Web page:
The Helm at the Boll Life Center is hosting its third annual March for Meals fundraiser this month. Instead of an in-person walk, as occurred during the event’s first year, it is taking place virtually with participants marching on their own.

The Helm at the Boll Life Center is hosting its third annual March for Meals fundraiser this month. Instead of an in-person walk, as occurred during the event’s first year, it is taking place virtually with participants marching on their own.

Photo provided by Karen Fontanive


The Helm raises money for Meals on Wheels with virtual walk

By: Brendan Losinski | C&G Newspapers | Published March 19, 2021

 Larry Jaminet is among the volunteers who deliver meals to homebound seniors through the Helm at the Boll Life Center’s Meals on Wheels program. Proceeds for the program will be raised through the March for Meals fundraiser.

Larry Jaminet is among the volunteers who deliver meals to homebound seniors through the Helm at the Boll Life Center’s Meals on Wheels program. Proceeds for the program will be raised through the March for Meals fundraiser.

Photo provided by Karen Fontanive

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HARPER WOODS/GROSSE POINTES — The Helm at the Boll Life Center, which serves senior citizens in Harper Woods and the Grosse Pointes, is raising money to benefit its local Meals on Wheels program.

Called “March for Meals,” the organization usually hosts a community walk to raise the funds, but this year it will be virtual due to COVID-19.

“It’s March for Meals and it’s part of a national effort to raise money for Meals on Wheels,” said Helm Executive Director Peggy Hayes. “We usually do it later in the spring, but we decided to match it up with the national march this year. We were able to do that because it’s a virtual event. Since it is done around the country, March is good weather for a lot of places, but we usually have it later because March can still have inclement weather in Michigan.”

This will be the second year the Helm has done it virtually since last year’s March for Meals also took place during the COVID-19 pandemic.

“This is the Helm’s third annual March for Meals. Last year we also had to do it virtually,” explained Hayes. “It was at the start of the pandemic, so we did it close to Mother’s Day in May virtually. Like last year, we are encouraging people to walk whatever route they want this month. It’s ideally a 3-mile walk, which is what we would be walking together normally, but it’s up to people to decide.”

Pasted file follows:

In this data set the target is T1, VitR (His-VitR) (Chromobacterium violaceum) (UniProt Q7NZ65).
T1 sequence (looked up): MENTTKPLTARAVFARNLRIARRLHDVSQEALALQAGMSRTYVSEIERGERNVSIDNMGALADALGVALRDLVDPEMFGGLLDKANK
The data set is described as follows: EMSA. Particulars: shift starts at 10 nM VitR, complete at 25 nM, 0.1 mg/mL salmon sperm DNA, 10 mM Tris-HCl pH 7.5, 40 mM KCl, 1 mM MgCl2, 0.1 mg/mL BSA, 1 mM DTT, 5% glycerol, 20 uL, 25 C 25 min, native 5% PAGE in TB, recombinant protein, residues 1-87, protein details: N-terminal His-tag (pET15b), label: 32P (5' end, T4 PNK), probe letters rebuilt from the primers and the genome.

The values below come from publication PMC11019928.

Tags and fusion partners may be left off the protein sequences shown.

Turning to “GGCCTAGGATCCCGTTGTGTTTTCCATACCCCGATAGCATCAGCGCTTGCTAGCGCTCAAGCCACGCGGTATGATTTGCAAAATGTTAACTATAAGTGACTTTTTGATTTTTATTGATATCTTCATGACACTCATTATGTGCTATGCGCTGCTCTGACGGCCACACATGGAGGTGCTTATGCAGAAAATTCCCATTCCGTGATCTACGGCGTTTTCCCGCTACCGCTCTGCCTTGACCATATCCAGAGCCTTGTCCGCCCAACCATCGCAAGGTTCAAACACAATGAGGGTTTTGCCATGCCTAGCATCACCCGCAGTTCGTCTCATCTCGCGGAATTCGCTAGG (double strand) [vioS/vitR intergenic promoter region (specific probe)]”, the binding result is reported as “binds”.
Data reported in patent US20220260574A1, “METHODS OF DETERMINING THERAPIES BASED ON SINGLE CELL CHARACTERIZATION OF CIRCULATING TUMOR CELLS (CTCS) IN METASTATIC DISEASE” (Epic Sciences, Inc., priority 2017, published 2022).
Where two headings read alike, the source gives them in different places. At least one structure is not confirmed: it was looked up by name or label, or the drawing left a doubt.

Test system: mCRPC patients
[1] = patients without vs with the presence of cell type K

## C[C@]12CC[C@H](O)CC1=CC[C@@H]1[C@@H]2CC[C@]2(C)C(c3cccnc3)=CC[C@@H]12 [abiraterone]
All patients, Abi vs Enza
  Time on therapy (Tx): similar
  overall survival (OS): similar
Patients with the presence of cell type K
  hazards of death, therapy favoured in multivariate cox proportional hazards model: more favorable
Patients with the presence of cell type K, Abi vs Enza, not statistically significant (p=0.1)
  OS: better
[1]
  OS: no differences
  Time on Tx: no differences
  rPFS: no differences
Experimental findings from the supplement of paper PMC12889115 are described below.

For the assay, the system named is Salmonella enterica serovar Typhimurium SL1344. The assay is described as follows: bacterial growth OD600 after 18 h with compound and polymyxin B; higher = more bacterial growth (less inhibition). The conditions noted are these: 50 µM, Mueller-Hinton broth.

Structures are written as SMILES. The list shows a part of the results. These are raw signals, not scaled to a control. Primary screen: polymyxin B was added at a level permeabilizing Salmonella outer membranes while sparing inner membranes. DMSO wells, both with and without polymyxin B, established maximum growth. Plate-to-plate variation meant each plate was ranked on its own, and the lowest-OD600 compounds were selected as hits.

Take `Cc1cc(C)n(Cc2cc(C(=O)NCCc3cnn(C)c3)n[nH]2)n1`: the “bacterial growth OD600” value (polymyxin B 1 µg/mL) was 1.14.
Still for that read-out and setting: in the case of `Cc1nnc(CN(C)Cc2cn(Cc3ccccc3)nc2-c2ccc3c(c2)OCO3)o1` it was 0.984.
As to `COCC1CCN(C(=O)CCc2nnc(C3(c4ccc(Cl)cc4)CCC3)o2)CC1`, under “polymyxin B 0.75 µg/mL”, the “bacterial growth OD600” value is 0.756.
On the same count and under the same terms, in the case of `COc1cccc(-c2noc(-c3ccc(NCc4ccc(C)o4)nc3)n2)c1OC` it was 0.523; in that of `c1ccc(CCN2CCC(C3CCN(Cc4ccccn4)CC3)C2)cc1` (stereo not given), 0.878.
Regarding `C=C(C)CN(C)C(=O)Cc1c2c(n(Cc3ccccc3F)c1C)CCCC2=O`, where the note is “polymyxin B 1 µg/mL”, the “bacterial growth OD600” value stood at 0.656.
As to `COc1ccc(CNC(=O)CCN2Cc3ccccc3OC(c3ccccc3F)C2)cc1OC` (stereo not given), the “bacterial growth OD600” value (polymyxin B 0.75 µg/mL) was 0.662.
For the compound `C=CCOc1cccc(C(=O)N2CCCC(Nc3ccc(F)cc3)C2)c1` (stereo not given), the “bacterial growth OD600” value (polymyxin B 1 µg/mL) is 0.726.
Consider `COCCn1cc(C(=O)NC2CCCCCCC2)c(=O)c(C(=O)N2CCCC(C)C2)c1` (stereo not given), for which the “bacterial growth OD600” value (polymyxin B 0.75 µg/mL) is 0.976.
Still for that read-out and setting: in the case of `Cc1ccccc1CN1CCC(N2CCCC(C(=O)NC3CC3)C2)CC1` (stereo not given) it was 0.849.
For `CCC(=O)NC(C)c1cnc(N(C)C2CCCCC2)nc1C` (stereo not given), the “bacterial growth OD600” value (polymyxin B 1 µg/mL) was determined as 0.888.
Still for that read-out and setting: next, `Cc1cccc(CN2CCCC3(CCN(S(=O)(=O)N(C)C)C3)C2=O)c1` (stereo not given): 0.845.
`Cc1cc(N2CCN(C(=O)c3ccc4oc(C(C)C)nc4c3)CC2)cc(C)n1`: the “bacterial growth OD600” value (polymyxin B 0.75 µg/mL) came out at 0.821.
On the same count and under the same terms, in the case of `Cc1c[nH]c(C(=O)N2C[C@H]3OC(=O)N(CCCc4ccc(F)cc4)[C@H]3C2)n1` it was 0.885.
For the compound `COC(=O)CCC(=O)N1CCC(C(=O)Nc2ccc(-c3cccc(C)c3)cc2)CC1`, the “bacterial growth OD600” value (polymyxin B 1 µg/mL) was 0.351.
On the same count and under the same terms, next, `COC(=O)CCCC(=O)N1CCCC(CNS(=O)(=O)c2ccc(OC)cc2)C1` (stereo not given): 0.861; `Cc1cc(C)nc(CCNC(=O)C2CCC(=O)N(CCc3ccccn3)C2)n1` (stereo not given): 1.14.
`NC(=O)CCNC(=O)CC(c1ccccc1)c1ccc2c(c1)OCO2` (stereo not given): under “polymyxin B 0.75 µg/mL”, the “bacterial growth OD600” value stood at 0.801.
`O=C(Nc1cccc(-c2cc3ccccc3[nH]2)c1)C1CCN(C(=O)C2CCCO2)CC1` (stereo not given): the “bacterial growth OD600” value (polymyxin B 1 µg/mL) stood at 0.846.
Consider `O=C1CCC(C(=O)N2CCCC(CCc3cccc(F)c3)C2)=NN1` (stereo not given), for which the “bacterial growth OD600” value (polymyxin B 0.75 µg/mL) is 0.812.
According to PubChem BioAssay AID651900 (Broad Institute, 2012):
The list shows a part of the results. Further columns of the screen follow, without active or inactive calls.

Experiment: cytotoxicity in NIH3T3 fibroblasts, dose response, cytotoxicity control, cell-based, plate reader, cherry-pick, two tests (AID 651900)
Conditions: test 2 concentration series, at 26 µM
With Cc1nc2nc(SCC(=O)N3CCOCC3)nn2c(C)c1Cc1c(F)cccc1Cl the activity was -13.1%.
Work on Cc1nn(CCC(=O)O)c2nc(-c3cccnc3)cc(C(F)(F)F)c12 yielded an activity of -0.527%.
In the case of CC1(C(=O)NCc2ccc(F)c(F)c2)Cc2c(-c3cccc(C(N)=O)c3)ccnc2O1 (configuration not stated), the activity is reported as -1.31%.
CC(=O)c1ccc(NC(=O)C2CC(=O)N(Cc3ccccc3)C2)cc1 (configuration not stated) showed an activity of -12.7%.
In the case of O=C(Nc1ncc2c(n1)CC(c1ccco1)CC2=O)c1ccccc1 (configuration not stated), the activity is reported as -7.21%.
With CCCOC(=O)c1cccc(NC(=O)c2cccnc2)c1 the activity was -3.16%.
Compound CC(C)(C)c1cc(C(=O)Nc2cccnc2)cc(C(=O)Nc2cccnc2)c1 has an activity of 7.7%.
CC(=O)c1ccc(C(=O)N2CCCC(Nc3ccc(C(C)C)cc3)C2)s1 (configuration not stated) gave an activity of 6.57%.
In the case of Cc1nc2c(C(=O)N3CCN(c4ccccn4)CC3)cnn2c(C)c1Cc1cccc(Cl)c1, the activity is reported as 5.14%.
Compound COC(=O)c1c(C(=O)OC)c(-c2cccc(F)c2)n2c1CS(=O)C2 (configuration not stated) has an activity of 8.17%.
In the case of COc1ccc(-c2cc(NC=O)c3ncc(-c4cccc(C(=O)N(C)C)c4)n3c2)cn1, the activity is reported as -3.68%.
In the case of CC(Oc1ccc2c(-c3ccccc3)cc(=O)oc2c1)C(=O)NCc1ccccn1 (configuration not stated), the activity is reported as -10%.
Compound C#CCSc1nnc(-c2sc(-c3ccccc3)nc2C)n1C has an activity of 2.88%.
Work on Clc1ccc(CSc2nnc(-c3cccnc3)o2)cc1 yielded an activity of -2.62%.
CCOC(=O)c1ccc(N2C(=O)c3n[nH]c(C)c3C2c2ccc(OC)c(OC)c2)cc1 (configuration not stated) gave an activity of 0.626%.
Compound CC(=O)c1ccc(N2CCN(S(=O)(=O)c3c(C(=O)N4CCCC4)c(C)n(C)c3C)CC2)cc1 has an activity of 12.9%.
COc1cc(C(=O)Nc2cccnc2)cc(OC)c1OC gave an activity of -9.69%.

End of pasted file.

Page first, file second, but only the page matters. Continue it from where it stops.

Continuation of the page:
Those who wish to participate are invited to walk when and where they wish through the end of March and make a donation to the Helm to support the program.

“It’s any day through Sunday, March 28. They can drop off a check or pay online and pledge that way by that date,” said Hayes. “Those who want to participate can go to www.helmlife.org and there’s a button people can click on to make a donation, and there’s also some pre-measured walking paths we provide if people would like a suggested route. They go through Grosse Pointe and Harper Woods, but people can do their own walk also, of course.”

Larry Jaminet, a Harper Woods resident, is one of the Helm’s Meals on Wheels drivers. He hopes people recognize the difference that Meals on Wheels can make in the lives of senior citizens, not only for the food they deliver, but for the company they can provide.

“For some people I just deliver meals to, but two or three I always stop to chat with. People really do need the meals,” said Jaminet. “Before COVID, we delivered a hot meal and a cold meal every day, and now they get five meals on Monday, they are frozen, and they get milk and some fruit, so from a practical standpoint with the food and the social aspect, it really helps. A lot of them can’t drive or don’t have access to a car, so it is very necessary.”

Hayes said those who are contributing this year can get creative with when and where they walk and can donate as much or as little as they wish.

“All three years we’ve done it, we’ve partnered with Grosse Pointe Memorial Church. We usually would be marching from the church up to Pier Park along Lake Shore. This year people can choose to walk when and where they want,” she said. “We have different sponsor levels and we tell people when they donate how many meals that will help provide. DTE (Energy) is the highest level, Gold Olympian, and their donation of $1,000 helps provide more than 200 meals, as an example.”

She added that maintaining programs such as Meals on Wheels is especially important while people are weathering a difficult time.

“We gave out approximately 23,000 meals in the last year. Demand has obviously only increased since then with COVID-19,” Hayes said.

She and the rest of the Helm team are hoping to continue the program and the walks to support it for years to come.

“It’s for a great cause, it supports people in need in this community, and of all the walks you can take, it’s the easiest because you don’t even have to break a sweat if you don’t want to,” Hayes remarked. “We appreciate everyone’s support and hopefully we’ll be able to do this in person next year, and all come together again.”

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